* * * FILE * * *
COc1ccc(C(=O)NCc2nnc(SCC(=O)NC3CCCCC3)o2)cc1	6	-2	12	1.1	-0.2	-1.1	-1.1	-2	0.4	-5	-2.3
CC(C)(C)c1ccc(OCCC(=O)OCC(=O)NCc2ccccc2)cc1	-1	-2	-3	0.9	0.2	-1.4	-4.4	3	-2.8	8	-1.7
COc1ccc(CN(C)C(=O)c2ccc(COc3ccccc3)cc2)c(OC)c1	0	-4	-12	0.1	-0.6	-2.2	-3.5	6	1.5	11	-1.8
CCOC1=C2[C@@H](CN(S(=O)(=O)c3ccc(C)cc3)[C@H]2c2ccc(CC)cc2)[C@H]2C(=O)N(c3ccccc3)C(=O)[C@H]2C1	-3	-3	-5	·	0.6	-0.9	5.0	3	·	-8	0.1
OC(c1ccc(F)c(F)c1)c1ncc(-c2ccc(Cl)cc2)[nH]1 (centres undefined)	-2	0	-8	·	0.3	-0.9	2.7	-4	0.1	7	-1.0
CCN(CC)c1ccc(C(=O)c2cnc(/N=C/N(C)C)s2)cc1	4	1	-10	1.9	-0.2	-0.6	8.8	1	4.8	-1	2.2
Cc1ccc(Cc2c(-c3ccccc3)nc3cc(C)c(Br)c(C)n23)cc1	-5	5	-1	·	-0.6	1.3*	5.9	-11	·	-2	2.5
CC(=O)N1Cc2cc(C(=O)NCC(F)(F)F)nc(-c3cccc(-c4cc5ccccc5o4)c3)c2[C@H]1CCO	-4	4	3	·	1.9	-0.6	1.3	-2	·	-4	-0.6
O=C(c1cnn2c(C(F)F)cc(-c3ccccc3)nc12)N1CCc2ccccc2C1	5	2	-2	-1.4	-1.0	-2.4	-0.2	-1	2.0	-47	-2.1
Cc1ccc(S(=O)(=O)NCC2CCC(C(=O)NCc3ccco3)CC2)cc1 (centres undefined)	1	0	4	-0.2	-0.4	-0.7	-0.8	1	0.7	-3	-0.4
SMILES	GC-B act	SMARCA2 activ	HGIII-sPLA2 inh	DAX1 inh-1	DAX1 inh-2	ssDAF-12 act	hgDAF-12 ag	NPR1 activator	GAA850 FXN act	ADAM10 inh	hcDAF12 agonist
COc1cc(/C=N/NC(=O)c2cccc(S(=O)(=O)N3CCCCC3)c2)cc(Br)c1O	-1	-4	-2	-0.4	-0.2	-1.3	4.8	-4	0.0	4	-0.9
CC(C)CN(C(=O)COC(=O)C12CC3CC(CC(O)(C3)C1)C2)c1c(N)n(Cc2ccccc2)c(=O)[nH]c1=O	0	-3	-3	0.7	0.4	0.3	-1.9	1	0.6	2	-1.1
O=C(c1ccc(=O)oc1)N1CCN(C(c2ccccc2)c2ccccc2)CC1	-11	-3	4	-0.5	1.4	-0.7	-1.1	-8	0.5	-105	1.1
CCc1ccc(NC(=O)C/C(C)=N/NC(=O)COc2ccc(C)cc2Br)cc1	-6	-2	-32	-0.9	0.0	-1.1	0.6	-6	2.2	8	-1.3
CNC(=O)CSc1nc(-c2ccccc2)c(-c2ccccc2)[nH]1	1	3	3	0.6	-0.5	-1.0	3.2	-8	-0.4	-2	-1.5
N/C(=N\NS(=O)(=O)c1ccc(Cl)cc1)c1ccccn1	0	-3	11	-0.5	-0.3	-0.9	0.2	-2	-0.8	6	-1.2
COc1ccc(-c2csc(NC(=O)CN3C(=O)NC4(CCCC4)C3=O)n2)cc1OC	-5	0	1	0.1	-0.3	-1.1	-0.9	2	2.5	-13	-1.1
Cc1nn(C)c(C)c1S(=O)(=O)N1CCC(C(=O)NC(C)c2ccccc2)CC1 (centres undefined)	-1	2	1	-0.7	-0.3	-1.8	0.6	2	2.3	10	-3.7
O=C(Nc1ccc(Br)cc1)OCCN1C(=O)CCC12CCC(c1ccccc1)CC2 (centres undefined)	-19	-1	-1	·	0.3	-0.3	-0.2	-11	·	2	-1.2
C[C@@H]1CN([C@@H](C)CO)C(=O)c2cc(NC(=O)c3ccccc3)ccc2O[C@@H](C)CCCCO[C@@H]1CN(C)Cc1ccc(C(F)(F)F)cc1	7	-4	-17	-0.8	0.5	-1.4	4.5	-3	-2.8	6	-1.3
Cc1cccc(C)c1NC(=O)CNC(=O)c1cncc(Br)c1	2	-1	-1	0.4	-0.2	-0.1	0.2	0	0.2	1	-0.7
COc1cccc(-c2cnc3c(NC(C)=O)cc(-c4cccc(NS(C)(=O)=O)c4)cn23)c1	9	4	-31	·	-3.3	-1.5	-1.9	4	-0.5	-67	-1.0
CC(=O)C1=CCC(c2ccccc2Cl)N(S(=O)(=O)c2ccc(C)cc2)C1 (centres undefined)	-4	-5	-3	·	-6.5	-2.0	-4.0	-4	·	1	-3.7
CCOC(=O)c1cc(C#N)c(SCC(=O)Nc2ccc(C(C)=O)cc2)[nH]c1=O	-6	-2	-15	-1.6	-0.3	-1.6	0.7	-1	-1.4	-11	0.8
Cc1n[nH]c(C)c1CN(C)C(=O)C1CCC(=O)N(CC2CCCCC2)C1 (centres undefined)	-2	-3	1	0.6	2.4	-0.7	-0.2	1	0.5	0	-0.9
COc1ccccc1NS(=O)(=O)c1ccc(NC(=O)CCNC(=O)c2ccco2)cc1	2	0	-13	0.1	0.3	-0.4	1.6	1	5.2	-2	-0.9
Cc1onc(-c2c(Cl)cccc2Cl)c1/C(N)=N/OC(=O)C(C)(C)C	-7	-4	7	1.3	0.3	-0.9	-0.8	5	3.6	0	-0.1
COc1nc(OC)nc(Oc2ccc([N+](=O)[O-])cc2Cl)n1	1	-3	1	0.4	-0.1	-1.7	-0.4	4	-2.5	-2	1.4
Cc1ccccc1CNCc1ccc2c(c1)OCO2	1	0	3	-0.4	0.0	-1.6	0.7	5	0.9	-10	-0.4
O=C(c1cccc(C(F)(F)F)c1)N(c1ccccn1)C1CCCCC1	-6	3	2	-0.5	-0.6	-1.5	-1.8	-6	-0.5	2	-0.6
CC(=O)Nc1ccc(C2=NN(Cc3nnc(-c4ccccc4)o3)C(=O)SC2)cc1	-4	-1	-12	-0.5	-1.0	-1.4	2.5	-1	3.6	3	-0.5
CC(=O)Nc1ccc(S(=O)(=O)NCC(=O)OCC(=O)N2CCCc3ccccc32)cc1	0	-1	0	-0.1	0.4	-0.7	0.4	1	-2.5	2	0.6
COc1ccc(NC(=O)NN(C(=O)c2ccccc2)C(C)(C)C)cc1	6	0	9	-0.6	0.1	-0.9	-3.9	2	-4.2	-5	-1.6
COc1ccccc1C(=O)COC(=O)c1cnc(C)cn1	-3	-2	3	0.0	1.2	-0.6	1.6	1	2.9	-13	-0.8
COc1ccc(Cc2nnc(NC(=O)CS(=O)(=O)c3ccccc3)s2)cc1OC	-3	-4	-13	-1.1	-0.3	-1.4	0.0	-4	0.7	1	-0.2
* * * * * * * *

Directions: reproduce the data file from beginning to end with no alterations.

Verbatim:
COc1ccc(C(=O)NCc2nnc(SCC(=O)NC3CCCCC3)o2)cc1	6	-2	12	1.1	-0.2	-1.1	-1.1	-2	0.4	-5	-2.3
CC(C)(C)c1ccc(OCCC(=O)OCC(=O)NCc2ccccc2)cc1	-1	-2	-3	0.9	0.2	-1.4	-4.4	3	-2.8	8	-1.7
COc1ccc(CN(C)C(=O)c2ccc(COc3ccccc3)cc2)c(OC)c1	0	-4	-12	0.1	-0.6	-2.2	-3.5	6	1.5	11	-1.8
CCOC1=C2[C@@H](CN(S(=O)(=O)c3ccc(C)cc3)[C@H]2c2ccc(CC)cc2)[C@H]2C(=O)N(c3ccccc3)C(=O)[C@H]2C1	-3	-3	-5	·	0.6	-0.9	5.0	3	·	-8	0.1
OC(c1ccc(F)c(F)c1)c1ncc(-c2ccc(Cl)cc2)[nH]1 (centres undefined)	-2	0	-8	·	0.3	-0.9	2.7	-4	0.1	7	-1.0
CCN(CC)c1ccc(C(=O)c2cnc(/N=C/N(C)C)s2)cc1	4	1	-10	1.9	-0.2	-0.6	8.8	1	4.8	-1	2.2
Cc1ccc(Cc2c(-c3ccccc3)nc3cc(C)c(Br)c(C)n23)cc1	-5	5	-1	·	-0.6	1.3*	5.9	-11	·	-2	2.5
CC(=O)N1Cc2cc(C(=O)NCC(F)(F)F)nc(-c3cccc(-c4cc5ccccc5o4)c3)c2[C@H]1CCO	-4	4	3	·	1.9	-0.6	1.3	-2	·	-4	-0.6
O=C(c1cnn2c(C(F)F)cc(-c3ccccc3)nc12)N1CCc2ccccc2C1	5	2	-2	-1.4	-1.0	-2.4	-0.2	-1	2.0	-47	-2.1
Cc1ccc(S(=O)(=O)NCC2CCC(C(=O)NCc3ccco3)CC2)cc1 (centres undefined)	1	0	4	-0.2	-0.4	-0.7	-0.8	1	0.7	-3	-0.4
SMILES	GC-B act	SMARCA2 activ	HGIII-sPLA2 inh	DAX1 inh-1	DAX1 inh-2	ssDAF-12 act	hgDAF-12 ag	NPR1 activator	GAA850 FXN act	ADAM10 inh	hcDAF12 agonist
COc1cc(/C=N/NC(=O)c2cccc(S(=O)(=O)N3CCCCC3)c2)cc(Br)c1O	-1	-4	-2	-0.4	-0.2	-1.3	4.8	-4	0.0	4	-0.9
CC(C)CN(C(=O)COC(=O)C12CC3CC(CC(O)(C3)C1)C2)c1c(N)n(Cc2ccccc2)c(=O)[nH]c1=O	0	-3	-3	0.7	0.4	0.3	-1.9	1	0.6	2	-1.1
O=C(c1ccc(=O)oc1)N1CCN(C(c2ccccc2)c2ccccc2)CC1	-11	-3	4	-0.5	1.4	-0.7	-1.1	-8	0.5	-105	1.1
CCc1ccc(NC(=O)C/C(C)=N/NC(=O)COc2ccc(C)cc2Br)cc1	-6	-2	-32	-0.9	0.0	-1.1	0.6	-6	2.2	8	-1.3
CNC(=O)CSc1nc(-c2ccccc2)c(-c2ccccc2)[nH]1	1	3	3	0.6	-0.5	-1.0	3.2	-8	-0.4	-2	-1.5
N/C(=N\NS(=O)(=O)c1ccc(Cl)cc1)c1ccccn1	0	-3	11	-0.5	-0.3	-0.9	0.2	-2	-0.8	6	-1.2
COc1ccc(-c2csc(NC(=O)CN3C(=O)NC4(CCCC4)C3=O)n2)cc1OC	-5	0	1	0.1	-0.3	-1.1	-0.9	2	2.5	-13	-1.1
Cc1nn(C)c(C)c1S(=O)(=O)N1CCC(C(=O)NC(C)c2ccccc2)CC1 (centres undefined)	-1	2	1	-0.7	-0.3	-1.8	0.6	2	2.3	10	-3.7
O=C(Nc1ccc(Br)cc1)OCCN1C(=O)CCC12CCC(c1ccccc1)CC2 (centres undefined)	-19	-1	-1	·	0.3	-0.3	-0.2	-11	·	2	-1.2
C[C@@H]1CN([C@@H](C)CO)C(=O)c2cc(NC(=O)c3ccccc3)ccc2O[C@@H](C)CCCCO[C@@H]1CN(C)Cc1ccc(C(F)(F)F)cc1	7	-4	-17	-0.8	0.5	-1.4	4.5	-3	-2.8	6	-1.3
Cc1cccc(C)c1NC(=O)CNC(=O)c1cncc(Br)c1	2	-1	-1	0.4	-0.2	-0.1	0.2	0	0.2	1	-0.7
COc1cccc(-c2cnc3c(NC(C)=O)cc(-c4cccc(NS(C)(=O)=O)c4)cn23)c1	9	4	-31	·	-3.3	-1.5	-1.9	4	-0.5	-67	-1.0
CC(=O)C1=CCC(c2ccccc2Cl)N(S(=O)(=O)c2ccc(C)cc2)C1 (centres undefined)	-4	-5	-3	·	-6.5	-2.0	-4.0	-4	·	1	-3.7
CCOC(=O)c1cc(C#N)c(SCC(=O)Nc2ccc(C(C)=O)cc2)[nH]c1=O	-6	-2	-15	-1.6	-0.3	-1.6	0.7	-1	-1.4	-11	0.8
Cc1n[nH]c(C)c1CN(C)C(=O)C1CCC(=O)N(CC2CCCCC2)C1 (centres undefined)	-2	-3	1	0.6	2.4	-0.7	-0.2	1	0.5	0	-0.9
COc1ccccc1NS(=O)(=O)c1ccc(NC(=O)CCNC(=O)c2ccco2)cc1	2	0	-13	0.1	0.3	-0.4	1.6	1	5.2	-2	-0.9
Cc1onc(-c2c(Cl)cccc2Cl)c1/C(N)=N/OC(=O)C(C)(C)C	-7	-4	7	1.3	0.3	-0.9	-0.8	5	3.6	0	-0.1
COc1nc(OC)nc(Oc2ccc([N+](=O)[O-])cc2Cl)n1	1	-3	1	0.4	-0.1	-1.7	-0.4	4	-2.5	-2	1.4
Cc1ccccc1CNCc1ccc2c(c1)OCO2	1	0	3	-0.4	0.0	-1.6	0.7	5	0.9	-10	-0.4
O=C(c1cccc(C(F)(F)F)c1)N(c1ccccn1)C1CCCCC1	-6	3	2	-0.5	-0.6	-1.5	-1.8	-6	-0.5	2	-0.6
CC(=O)Nc1ccc(C2=NN(Cc3nnc(-c4ccccc4)o3)C(=O)SC2)cc1	-4	-1	-12	-0.5	-1.0	-1.4	2.5	-1	3.6	3	-0.5
CC(=O)Nc1ccc(S(=O)(=O)NCC(=O)OCC(=O)N2CCCc3ccccc32)cc1	0	-1	0	-0.1	0.4	-0.7	0.4	1	-2.5	2	0.6
COc1ccc(NC(=O)NN(C(=O)c2ccccc2)C(C)(C)C)cc1	6	0	9	-0.6	0.1	-0.9	-3.9	2	-4.2	-5	-1.6
COc1ccccc1C(=O)COC(=O)c1cnc(C)cn1	-3	-2	3	0.0	1.2	-0.6	1.6	1	2.9	-13	-0.8
COc1ccc(Cc2nnc(NC(=O)CS(=O)(=O)c3ccccc3)s2)cc1OC	-3	-4	-13	-1.1	-0.3	-1.4	0.0	-4	0.7	1	-0.2